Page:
When the former Inn at Harvard is fully transformed to accommodate students from Dunster (and, in the future, other Houses undergoing renewal), it will be a home away from the House, with familiar features including a dining hall, lounge, junior and senior common rooms, a seminar room, and music practice spaces.
The impending renovation of Dunster House, the first full House to undergo renewal, is set to begin immediately after Commencement and last 15 months. The Dunster community will be relocated during the next academic year to a series of swing facilities, with its hub at the former hotel in Harvard Square.
In addition to common spaces that architects and administrators have created for students throughout the one-time inn, double and single student rooms will occupy the upper floors. Each upper floor will also have a large common room.
“I really appreciate the way they approached the planning and listened to the students’ feedback,” said Jeff Fischer ’16, incoming Dunster committee co-chair. “As far as the options they are providing, the new spaces, and how comfortable everything looks, I think it’s exceptional, and everyone is really going to like it.”
Throughout the process, student feedback helped inform design and other decisions large and small. For example, after seeing plans for round tables in the dining halls, students said rectangular tables would be better for moving around and working in groups. They also suggested more exterior lighting and Wi-Fi access in the outdoor spaces surrounding the former inn, which was provided.
“Over the course of last spring and during the fall, we had a number of meetings regarding swing housing and Dunster. They took suggestions from students, and they really listened to us,” Fischer said. “They really care about what students are looking for in their experience.”
In addition to the former inn, other swing buildings are located at 8, 20-20A, and 22-24 Prescott St.; 8 Plympton St.; 1306 Massachusetts Ave.; and 65 Mt. Auburn St.
Quincy House students used swing housing last year, and with McKinlock Hall currently under renewal, Leverett students now live in those spaces. But it will be a different experience when Dunster residents move into those spaces and additional buildings in the fall, because it will be the first time an entire House community will be in swing.
The key difference is the transformation of the inn into a hub connecting the various buildings, all of which are within a three-minute walk.
“From the very beginning, the administration at FAS [Faculty of Arts and Sciences] worked really hard to come up with a program for House renewal, so that the swing year would meet those goals as well, with spaces that would support those social and academic programs. We wanted to make sure swing year continued to contribute to the student experience in a meaningful way,” said Elizabeth Leber of Beyer Blinder Belle Architects & Planners, who was charged with redoing the inn. “There is some transformative work being done on the first and second floors, creating a vibrant space for dining and gathering, and I think we have done it in a way that students will be excited about when they see it.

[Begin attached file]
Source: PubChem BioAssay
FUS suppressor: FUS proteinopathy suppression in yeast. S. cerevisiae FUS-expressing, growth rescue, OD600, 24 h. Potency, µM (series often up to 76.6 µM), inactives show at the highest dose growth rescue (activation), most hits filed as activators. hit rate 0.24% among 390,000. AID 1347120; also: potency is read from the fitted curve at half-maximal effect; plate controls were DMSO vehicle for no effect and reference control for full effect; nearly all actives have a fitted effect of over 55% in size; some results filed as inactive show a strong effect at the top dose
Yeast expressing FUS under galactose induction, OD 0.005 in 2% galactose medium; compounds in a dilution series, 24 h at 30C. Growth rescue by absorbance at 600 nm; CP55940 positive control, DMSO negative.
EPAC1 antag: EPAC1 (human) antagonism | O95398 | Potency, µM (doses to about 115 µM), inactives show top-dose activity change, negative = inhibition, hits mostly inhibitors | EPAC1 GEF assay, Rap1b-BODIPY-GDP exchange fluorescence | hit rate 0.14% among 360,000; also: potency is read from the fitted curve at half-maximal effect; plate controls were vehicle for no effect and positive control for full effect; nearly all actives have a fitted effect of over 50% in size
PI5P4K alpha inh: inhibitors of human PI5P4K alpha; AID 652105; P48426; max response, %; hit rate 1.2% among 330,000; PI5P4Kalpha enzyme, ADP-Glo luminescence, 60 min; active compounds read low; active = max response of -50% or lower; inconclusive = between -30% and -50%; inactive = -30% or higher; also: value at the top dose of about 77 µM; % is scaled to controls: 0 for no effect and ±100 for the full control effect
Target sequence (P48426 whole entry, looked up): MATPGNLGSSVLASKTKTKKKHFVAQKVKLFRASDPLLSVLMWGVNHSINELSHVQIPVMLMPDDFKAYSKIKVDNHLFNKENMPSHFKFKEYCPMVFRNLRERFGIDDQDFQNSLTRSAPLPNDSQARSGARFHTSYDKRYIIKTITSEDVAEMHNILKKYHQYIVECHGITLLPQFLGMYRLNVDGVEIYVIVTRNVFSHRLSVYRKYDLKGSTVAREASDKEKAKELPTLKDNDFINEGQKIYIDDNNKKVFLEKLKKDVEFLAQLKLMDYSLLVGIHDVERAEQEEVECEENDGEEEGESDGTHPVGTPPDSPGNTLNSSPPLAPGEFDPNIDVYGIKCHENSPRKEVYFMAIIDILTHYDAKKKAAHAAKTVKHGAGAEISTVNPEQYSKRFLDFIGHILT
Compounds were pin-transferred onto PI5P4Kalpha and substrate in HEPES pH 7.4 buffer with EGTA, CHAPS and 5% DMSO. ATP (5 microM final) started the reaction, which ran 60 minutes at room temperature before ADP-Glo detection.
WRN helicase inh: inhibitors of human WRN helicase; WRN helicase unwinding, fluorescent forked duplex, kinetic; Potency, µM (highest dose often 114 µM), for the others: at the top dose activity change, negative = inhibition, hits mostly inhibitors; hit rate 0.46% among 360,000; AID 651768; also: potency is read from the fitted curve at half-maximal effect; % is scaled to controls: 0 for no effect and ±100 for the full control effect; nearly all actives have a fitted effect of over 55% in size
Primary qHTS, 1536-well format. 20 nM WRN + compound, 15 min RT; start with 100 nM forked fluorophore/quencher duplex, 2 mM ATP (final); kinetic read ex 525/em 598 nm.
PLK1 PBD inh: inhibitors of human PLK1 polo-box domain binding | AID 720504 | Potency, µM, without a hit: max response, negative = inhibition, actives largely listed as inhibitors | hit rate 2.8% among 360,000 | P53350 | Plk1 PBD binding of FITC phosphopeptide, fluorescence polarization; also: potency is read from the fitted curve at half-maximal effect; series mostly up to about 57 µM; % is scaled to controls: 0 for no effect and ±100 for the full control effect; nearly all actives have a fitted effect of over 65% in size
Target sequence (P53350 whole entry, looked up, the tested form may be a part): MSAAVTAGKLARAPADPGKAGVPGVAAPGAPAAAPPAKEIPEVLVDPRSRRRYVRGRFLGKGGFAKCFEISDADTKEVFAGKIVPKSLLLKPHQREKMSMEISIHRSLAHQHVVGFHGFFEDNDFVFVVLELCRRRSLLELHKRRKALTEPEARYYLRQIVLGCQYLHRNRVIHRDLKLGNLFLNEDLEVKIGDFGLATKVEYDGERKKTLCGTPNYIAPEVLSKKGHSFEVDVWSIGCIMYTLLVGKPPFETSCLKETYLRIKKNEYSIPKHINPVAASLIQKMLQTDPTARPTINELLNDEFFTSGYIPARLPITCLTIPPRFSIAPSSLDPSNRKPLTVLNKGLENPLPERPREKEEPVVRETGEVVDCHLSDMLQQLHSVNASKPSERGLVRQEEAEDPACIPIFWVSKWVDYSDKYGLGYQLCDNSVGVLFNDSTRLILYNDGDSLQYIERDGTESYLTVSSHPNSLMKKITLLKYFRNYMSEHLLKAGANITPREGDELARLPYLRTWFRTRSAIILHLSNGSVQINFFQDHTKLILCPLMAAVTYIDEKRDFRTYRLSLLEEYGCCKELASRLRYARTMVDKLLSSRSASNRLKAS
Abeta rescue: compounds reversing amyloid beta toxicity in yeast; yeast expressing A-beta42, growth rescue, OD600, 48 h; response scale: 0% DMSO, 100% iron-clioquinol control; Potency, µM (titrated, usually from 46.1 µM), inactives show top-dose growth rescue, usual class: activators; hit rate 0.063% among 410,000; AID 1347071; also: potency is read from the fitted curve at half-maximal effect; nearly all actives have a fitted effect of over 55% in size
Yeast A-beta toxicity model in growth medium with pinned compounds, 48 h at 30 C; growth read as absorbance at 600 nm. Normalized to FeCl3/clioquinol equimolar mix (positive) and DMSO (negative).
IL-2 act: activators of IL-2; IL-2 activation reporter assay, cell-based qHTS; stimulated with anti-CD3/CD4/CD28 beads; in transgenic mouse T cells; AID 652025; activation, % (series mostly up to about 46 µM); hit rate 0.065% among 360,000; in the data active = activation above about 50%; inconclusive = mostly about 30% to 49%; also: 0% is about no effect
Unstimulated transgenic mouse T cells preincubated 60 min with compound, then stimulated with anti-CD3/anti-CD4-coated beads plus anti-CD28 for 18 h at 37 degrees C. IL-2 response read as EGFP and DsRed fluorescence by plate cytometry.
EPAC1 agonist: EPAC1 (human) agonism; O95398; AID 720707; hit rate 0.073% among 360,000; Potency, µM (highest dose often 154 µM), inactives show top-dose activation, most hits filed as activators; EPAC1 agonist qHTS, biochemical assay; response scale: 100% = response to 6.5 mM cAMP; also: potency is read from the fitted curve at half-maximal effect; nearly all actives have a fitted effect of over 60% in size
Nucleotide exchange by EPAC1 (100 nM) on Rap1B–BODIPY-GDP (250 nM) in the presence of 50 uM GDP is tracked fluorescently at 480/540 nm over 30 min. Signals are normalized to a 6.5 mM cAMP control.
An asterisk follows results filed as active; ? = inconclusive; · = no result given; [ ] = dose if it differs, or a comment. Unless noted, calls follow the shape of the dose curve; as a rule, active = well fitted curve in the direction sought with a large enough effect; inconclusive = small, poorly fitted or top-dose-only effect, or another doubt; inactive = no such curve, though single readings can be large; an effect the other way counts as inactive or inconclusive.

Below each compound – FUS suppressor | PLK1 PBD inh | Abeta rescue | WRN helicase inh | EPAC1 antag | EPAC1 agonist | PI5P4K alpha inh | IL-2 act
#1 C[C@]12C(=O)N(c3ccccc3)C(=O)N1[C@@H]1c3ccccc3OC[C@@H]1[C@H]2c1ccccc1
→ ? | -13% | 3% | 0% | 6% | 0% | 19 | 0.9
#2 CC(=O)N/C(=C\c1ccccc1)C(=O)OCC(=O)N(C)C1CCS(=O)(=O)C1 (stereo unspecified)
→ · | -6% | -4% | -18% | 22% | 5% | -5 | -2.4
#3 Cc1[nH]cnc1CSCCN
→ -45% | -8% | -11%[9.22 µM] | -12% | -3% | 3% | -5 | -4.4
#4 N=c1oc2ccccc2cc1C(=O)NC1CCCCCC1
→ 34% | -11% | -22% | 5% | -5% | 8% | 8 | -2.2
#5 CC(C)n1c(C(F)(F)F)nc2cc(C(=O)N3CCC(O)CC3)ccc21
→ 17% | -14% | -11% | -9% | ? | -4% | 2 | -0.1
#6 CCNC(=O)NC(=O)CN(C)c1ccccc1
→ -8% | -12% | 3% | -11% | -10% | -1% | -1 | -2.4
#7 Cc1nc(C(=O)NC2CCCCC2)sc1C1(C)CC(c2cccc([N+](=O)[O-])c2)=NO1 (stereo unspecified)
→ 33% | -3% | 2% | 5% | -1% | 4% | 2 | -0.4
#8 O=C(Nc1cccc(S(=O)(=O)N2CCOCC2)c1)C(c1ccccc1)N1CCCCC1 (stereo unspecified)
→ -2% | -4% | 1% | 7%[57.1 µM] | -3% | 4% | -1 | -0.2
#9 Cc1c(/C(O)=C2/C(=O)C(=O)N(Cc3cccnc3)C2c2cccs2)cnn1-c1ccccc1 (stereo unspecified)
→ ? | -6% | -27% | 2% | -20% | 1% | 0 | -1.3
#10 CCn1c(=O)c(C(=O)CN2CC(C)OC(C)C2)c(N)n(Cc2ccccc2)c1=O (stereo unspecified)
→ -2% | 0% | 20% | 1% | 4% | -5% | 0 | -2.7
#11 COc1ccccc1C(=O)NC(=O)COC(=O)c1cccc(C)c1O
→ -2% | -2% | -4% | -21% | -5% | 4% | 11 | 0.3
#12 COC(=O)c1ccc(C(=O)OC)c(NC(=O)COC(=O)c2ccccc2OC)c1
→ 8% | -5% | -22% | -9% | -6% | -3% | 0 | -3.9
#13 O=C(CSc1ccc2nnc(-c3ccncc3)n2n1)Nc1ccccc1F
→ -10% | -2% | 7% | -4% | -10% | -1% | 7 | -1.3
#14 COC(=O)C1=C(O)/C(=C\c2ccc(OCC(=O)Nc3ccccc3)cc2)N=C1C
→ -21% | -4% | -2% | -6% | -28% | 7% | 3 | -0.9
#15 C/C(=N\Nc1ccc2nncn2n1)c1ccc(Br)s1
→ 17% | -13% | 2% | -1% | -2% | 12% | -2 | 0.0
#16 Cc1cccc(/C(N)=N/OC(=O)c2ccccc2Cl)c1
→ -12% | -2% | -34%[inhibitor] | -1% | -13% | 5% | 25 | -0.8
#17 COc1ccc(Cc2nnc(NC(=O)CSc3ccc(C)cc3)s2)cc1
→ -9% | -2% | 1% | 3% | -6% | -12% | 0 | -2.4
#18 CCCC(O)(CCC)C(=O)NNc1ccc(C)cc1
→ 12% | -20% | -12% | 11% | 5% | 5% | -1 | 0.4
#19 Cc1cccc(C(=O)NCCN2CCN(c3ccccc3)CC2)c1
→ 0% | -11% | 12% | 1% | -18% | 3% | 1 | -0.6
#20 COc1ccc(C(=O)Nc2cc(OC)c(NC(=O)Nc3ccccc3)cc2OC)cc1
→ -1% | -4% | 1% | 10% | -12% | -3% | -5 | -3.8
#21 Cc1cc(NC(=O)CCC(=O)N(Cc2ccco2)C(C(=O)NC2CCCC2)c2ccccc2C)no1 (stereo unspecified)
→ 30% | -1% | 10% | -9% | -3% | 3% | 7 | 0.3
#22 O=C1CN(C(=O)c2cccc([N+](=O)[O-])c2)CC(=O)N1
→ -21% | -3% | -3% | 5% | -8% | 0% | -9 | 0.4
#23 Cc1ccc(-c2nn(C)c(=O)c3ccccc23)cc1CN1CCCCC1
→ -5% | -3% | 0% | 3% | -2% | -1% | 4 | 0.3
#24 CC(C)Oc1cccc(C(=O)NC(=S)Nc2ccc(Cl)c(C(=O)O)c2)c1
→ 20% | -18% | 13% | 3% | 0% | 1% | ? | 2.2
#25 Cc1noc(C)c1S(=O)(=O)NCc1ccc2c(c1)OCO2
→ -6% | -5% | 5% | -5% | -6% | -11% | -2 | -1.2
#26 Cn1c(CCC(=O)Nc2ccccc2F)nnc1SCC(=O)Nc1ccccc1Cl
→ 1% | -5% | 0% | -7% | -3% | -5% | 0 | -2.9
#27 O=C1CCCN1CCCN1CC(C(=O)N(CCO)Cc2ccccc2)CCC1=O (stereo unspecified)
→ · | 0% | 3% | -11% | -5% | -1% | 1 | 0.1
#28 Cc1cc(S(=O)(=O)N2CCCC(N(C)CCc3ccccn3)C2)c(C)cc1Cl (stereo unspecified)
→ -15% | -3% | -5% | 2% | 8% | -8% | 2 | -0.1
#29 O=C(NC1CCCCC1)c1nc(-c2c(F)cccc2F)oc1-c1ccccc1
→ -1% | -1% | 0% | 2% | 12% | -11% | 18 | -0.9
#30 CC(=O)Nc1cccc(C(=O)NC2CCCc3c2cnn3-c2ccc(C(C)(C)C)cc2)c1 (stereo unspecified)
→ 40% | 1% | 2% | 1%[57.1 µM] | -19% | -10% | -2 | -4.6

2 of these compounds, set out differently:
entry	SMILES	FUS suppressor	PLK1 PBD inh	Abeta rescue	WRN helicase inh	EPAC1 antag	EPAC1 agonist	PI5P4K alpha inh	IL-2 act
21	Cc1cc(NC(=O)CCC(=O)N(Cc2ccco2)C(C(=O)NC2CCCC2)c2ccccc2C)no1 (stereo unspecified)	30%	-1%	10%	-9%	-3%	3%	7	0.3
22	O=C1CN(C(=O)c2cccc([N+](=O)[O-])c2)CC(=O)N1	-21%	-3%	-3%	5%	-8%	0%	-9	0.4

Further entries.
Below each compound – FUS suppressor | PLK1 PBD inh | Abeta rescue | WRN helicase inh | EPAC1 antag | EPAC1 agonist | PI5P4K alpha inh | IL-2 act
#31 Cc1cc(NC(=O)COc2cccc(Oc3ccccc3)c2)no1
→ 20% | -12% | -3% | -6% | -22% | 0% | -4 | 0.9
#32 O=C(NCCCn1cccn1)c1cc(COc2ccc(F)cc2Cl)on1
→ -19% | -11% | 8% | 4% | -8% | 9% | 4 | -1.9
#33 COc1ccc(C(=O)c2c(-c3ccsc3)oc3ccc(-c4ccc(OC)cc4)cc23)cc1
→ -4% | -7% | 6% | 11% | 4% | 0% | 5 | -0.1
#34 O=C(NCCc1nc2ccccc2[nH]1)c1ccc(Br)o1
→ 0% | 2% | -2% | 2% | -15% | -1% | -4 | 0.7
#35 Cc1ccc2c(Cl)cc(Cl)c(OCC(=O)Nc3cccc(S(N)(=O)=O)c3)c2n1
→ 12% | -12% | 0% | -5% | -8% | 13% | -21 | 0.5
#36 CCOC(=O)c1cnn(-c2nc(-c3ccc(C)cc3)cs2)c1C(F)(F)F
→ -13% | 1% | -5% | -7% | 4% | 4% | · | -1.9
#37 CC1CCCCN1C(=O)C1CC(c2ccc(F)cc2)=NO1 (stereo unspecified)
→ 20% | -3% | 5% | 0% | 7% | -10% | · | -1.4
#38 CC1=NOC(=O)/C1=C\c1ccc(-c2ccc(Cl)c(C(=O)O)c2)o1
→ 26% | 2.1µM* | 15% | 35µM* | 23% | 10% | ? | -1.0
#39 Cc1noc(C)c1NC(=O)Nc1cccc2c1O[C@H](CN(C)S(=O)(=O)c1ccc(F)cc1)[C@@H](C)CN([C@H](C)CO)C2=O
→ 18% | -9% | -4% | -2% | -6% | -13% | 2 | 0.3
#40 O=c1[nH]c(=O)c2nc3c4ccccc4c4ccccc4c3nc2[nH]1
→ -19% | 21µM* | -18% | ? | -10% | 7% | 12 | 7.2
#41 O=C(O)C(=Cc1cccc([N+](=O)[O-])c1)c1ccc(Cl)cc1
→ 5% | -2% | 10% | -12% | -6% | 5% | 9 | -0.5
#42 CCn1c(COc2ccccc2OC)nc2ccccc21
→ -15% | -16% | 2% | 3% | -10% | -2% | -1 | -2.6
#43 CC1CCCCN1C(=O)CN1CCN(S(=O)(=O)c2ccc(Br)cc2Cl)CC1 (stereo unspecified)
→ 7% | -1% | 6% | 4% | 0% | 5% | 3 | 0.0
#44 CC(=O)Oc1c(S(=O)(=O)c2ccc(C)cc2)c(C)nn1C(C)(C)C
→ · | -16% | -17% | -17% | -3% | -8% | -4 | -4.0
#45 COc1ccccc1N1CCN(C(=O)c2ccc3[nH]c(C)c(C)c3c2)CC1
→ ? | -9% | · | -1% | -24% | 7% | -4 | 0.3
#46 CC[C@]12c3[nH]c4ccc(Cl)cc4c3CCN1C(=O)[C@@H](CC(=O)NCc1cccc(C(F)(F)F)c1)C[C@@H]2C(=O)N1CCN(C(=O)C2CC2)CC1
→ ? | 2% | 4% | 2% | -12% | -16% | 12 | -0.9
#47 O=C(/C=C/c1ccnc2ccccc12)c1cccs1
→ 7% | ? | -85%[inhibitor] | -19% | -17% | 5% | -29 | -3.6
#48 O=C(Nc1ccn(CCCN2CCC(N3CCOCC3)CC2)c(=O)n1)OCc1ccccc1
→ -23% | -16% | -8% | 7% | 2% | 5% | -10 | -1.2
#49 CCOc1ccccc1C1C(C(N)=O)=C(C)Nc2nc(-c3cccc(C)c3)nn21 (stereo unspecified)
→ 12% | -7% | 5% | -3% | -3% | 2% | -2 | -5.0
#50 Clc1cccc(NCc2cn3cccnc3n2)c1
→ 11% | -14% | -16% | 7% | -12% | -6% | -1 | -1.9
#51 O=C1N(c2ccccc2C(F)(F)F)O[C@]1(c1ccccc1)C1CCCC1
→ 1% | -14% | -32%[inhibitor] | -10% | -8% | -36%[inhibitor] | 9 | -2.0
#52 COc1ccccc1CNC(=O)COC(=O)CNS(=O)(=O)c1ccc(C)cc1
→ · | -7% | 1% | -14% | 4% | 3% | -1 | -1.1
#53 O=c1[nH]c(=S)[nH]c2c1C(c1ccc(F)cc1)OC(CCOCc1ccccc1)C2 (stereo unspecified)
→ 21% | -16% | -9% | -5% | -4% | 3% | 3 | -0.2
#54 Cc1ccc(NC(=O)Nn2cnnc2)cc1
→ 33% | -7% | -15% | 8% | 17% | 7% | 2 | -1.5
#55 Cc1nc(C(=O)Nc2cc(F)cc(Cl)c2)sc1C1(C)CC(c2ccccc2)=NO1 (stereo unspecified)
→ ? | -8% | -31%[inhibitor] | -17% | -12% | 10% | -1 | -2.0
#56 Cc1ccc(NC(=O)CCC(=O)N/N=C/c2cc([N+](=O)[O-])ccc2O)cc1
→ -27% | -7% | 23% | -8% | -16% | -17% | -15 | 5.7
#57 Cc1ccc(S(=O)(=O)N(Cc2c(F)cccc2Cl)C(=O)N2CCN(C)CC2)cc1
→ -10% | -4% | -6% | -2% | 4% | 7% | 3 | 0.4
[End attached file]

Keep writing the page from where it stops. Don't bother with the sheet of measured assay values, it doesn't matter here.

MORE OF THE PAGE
“Full swing will provide a wide variety of student rooms, from apartment-style living in some of the buildings, to singles and doubles in the former inn. And because it was a hotel, the rooms have bathrooms in them,” Leber said.
“We are excited about swing housing for our entire House community while Dunster is being renovated,” Dunster House Masters Roger and Ann Porter said in a joint statement. “In the process of examining options for the configuration of the former Inn at Harvard, Dunster student focus groups provided helpful feedback.
“We are confident that the former inn will provide a great hub for Dunster House, and those other Houses that will undergo renewal in the future. A great dining hall, junior common room, and other common spaces in swing housing will enable us to maintain the close community that is characteristic of Dunster and that is at the heart of much undergraduate life. We are grateful for the FAS authorities and architects who have worked closely with us and our students to make this an inviting layout, and the promise of a great experience for our students and tutors next year.”
Fischer added that he is confident Dunster life will flourish under swing housing. He pointed to the “Tour de Lev” held last term, which brought together Leverett students living in various swing housing buildings and the Leverett towers.
“Generally, people in Dunster are friendly and appreciate having each other around. Our dining hall is currently a hub for people to come together, so certainly I think that will continue,” he said.
Dunster’s renewal follows two “test projects”: Stone Hall (the neo-Georgian portion of Quincy House formerly known as Old Quincy), which reopened to students last summer, and Leverett-McKinlock, whose upgrade is set to be unveiled this summer.
Winthrop House is scheduled to be the undergraduate residence renewed after Dunster.